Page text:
With a reverberating twang Dave Wing's coon-talking banjo swung the minds of the work-frenzied Juniors off their worries "Just, for the Night." Compelling saxophones with golden throats that bellowed forth tones deep as rivers offered, "See You in My Dreams" to dispel the melancholy of the J. S. as to the where­withal of support.

The hearts of the Juniors missed a beat when Norma Scott and Don Blomquist headed off the grand march at 9:00 that Saturday night in the Minnesota Union. Were the pipe-dreams really taking form? All their labors were not in vain.

The morning after the night before—April 19—told the story. Wires of the N. W. Telephone Co. were hot with exultant out-

bursts—"a perfectly ducky !" and "a whale of a party !" Reports have it that church pews during the organ prelude resounded sacrilegiously with, "Didn't she look adorable?" ejaculations.

For the three weeks preceding the date set for the Prom, the Juniors were a busy lot who were planning and scheming with the

shrewdness of Caesars, with the challenge to "put it over" calling

forth their best efforts in the face of financial difficulties. They
grew from a dissatisfied, ill-organized class into one that ran with

smooth co-operation. The committees functioned with the minut­est precision, whether their job was to decorate or to choose patrons and patronesses.

An excellent spur to labor came with one C. W. Boardman's gentle remonstrance that the Juniors were an unbusinesslike class

who must make the affair go "on their own." Our debt is also great
to Miss Hubman, who helped and worried through our problems

with us; and to Mr. K. Egbert Rollefson, whose advisory service was "Peppo" to us. Miss Muriel Clark, as general chairman, rates all the credit that can be given her. We could do a lot of compli­menting here, but leave that to some other reporter to do—"There's a Reason."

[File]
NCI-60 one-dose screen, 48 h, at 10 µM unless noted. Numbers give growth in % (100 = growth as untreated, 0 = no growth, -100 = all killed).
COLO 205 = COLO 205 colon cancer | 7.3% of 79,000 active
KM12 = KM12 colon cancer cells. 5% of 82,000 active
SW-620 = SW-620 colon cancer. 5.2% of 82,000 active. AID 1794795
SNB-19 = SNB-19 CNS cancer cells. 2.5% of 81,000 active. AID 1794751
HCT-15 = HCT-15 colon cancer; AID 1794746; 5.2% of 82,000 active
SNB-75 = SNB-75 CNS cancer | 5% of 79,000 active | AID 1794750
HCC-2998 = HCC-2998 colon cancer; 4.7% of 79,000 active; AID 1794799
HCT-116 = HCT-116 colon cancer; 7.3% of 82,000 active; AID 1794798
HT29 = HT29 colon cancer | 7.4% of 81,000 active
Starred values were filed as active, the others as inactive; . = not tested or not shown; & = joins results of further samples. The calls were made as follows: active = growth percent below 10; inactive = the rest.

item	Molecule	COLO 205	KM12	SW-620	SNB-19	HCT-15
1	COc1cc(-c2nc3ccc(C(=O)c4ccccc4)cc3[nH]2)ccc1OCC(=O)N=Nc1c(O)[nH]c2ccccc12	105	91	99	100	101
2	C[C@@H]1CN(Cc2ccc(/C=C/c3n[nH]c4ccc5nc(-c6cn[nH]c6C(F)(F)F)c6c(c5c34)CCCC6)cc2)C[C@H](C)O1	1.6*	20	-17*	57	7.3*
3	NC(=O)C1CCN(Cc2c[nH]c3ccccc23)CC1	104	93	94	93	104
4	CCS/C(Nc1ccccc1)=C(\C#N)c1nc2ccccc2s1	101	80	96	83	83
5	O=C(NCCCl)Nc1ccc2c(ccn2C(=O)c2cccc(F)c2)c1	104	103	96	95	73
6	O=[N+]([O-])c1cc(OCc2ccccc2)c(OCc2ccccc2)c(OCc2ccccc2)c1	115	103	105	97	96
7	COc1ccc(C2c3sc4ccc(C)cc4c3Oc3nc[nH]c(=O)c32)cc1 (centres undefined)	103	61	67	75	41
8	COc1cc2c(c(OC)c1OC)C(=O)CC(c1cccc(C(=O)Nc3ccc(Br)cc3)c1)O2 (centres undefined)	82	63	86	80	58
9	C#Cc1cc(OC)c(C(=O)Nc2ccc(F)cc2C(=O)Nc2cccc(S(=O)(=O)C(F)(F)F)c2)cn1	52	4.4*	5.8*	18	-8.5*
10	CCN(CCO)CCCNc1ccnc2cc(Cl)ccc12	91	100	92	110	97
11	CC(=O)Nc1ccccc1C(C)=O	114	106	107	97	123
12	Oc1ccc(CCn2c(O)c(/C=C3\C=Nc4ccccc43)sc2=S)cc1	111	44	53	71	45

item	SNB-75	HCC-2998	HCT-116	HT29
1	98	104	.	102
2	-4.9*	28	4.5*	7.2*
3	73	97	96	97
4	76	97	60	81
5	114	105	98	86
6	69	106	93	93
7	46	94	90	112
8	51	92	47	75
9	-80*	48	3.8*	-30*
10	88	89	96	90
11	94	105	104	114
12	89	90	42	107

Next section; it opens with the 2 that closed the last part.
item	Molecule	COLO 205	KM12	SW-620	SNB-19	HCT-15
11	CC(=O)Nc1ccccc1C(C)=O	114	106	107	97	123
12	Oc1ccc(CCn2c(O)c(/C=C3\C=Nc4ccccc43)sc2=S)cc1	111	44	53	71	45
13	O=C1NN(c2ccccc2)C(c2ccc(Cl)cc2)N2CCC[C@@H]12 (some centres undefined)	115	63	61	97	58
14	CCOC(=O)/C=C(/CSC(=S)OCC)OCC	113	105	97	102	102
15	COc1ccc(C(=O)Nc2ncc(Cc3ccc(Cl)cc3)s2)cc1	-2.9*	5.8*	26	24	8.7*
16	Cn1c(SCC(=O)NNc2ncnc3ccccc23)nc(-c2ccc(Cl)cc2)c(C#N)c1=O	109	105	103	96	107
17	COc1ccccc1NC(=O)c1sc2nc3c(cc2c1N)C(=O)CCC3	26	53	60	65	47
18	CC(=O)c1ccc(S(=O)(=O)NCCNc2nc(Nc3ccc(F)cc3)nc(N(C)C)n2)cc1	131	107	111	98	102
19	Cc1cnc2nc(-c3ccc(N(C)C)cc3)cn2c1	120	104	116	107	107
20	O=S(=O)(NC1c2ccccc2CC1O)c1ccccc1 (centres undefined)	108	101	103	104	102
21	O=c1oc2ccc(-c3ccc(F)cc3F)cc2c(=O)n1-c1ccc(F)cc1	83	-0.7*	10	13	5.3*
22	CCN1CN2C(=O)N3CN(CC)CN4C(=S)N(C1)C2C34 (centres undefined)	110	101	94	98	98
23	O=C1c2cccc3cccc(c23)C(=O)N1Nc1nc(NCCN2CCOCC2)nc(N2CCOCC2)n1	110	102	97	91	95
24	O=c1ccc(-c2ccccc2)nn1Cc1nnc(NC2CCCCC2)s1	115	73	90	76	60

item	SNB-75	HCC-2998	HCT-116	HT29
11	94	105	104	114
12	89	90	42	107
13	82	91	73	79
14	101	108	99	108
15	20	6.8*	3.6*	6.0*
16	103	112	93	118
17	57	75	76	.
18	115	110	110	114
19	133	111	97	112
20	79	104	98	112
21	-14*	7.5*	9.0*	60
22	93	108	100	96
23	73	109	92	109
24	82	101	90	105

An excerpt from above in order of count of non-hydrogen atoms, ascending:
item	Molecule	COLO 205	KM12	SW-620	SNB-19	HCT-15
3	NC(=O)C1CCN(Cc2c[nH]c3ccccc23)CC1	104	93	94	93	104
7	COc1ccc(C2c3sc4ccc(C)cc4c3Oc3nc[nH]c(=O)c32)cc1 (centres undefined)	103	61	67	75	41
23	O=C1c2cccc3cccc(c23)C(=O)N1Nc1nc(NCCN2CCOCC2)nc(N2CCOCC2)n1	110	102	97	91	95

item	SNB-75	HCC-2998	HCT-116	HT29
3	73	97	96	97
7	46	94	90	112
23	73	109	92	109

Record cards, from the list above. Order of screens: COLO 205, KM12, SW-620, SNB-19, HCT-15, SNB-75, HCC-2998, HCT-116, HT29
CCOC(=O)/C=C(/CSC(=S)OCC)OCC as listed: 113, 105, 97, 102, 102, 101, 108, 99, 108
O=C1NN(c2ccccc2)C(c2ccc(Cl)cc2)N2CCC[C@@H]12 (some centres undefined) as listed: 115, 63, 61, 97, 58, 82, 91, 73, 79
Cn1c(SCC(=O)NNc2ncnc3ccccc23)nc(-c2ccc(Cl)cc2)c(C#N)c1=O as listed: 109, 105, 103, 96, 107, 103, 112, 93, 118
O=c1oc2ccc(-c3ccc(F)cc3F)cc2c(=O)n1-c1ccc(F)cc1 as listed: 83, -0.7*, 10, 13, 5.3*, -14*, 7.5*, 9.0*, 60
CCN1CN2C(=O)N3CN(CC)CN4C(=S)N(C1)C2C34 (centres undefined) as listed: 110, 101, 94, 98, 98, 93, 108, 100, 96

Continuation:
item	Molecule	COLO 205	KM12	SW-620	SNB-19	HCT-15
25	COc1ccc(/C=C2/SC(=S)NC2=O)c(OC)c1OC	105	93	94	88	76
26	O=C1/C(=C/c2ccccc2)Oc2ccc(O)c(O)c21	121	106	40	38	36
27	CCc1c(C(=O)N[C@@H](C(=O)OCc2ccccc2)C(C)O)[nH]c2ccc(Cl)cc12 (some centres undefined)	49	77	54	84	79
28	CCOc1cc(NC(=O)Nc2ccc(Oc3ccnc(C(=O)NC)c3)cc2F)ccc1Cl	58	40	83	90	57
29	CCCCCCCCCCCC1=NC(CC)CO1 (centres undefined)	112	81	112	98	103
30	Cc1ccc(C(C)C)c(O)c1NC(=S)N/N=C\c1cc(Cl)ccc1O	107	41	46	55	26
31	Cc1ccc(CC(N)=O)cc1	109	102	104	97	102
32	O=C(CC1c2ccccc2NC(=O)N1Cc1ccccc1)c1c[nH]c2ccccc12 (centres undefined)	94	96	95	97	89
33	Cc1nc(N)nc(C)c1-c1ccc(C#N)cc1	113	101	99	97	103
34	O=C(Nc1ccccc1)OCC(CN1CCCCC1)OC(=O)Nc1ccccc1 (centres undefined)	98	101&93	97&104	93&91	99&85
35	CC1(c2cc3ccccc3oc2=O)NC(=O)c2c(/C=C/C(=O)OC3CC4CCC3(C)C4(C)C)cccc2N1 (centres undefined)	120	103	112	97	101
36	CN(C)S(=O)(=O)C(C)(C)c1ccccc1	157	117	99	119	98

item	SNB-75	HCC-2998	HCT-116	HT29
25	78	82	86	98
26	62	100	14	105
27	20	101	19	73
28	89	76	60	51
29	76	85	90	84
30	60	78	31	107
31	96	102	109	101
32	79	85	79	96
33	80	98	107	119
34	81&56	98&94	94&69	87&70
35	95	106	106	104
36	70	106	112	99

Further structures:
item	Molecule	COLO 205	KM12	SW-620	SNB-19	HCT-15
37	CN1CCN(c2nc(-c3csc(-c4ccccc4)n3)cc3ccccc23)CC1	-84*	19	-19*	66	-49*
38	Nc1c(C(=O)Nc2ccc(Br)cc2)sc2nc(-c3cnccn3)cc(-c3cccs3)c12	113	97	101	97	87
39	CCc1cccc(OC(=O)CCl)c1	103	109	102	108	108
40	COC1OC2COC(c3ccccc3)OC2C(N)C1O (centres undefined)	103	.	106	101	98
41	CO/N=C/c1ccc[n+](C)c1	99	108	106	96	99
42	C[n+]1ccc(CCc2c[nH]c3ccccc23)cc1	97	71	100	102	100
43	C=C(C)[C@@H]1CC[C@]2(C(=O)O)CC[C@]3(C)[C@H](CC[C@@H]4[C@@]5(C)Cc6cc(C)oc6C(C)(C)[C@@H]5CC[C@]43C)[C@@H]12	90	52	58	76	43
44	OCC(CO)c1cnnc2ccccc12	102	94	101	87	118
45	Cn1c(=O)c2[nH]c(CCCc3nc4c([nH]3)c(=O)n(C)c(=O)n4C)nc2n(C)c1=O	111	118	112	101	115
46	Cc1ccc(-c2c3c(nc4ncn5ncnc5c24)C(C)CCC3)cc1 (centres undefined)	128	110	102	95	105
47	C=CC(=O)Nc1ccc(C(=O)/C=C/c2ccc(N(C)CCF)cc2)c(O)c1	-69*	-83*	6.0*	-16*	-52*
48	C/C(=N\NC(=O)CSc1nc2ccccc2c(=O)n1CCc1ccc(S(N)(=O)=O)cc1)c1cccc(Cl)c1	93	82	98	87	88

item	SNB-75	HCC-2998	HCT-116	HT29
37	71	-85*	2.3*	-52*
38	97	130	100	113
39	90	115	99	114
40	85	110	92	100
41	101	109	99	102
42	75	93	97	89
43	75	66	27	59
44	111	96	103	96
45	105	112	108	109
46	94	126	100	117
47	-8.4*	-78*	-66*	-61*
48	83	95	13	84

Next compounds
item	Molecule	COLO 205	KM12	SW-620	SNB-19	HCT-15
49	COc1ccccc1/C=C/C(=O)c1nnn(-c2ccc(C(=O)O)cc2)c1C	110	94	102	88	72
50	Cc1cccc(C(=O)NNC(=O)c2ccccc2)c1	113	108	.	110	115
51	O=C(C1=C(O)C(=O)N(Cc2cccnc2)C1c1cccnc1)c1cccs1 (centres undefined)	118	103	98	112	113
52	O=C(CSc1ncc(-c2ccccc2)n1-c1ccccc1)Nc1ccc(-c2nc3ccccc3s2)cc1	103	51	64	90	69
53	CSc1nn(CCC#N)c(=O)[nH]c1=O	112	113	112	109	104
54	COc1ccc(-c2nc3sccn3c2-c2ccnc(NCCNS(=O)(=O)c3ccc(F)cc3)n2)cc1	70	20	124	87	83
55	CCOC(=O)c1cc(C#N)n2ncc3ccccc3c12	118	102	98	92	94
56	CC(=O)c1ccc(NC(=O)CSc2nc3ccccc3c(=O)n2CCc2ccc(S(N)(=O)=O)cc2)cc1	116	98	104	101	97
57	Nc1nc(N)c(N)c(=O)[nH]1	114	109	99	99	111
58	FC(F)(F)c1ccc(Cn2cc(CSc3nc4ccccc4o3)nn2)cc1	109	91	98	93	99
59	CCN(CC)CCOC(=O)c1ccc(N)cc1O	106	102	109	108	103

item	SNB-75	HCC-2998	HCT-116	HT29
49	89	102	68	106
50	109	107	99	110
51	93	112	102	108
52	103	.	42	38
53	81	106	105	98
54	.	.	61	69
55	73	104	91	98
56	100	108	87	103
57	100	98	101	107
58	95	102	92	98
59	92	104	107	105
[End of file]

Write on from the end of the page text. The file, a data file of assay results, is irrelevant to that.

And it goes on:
Now that the smoke of the strenuous preliminaries have cleared for the year, comes a mocking from thin air—"Don't crow too much, dear Juniors, for next year your task begins."


THE CAMPUS BREEZE                                                   21



"Protection—not Advertisement" is the slogan of the RED-TOP CUBS now lining up, and to which all the persecuted, mal­treated, and despairing "Red-Tops" may come for relief.

Our principal. Mr. Boardman, has been duly interviewed as to the need and desirability of this organization ; and although he greatly regrets that he has no grounds upon which to seek admis­sion, he is delighted to confer the honor of participation upon Miss O'Brien, who he feels can amply qualify.

Membership in the RED-TOP CUBS will be upon two bases. All true "Red-Tops" will become charter members ; and the hybrids. those just on the border-line between auburn and hair-colored hair may be admitted through initiation.

Hark ye! Hark ye! The RED-TOPS are gathering their forces and will soon take U High by storm!


During the winter quarter a group of girls organized a small Glee Club. The club is composed of nine Sophomores and five Freshmen.

The T. T.'s are Ellen Oren, Betty Gove, Marjorie Page, Elora Gartner, Eleanor Evenson, Donna Kurtz, Helen Wold, Betty Rug­gles, Ruth Schultz, Virginia Fehr, Katherine Preston, Josephine Ulrich, Theodora Sutton, Ruth McMahon.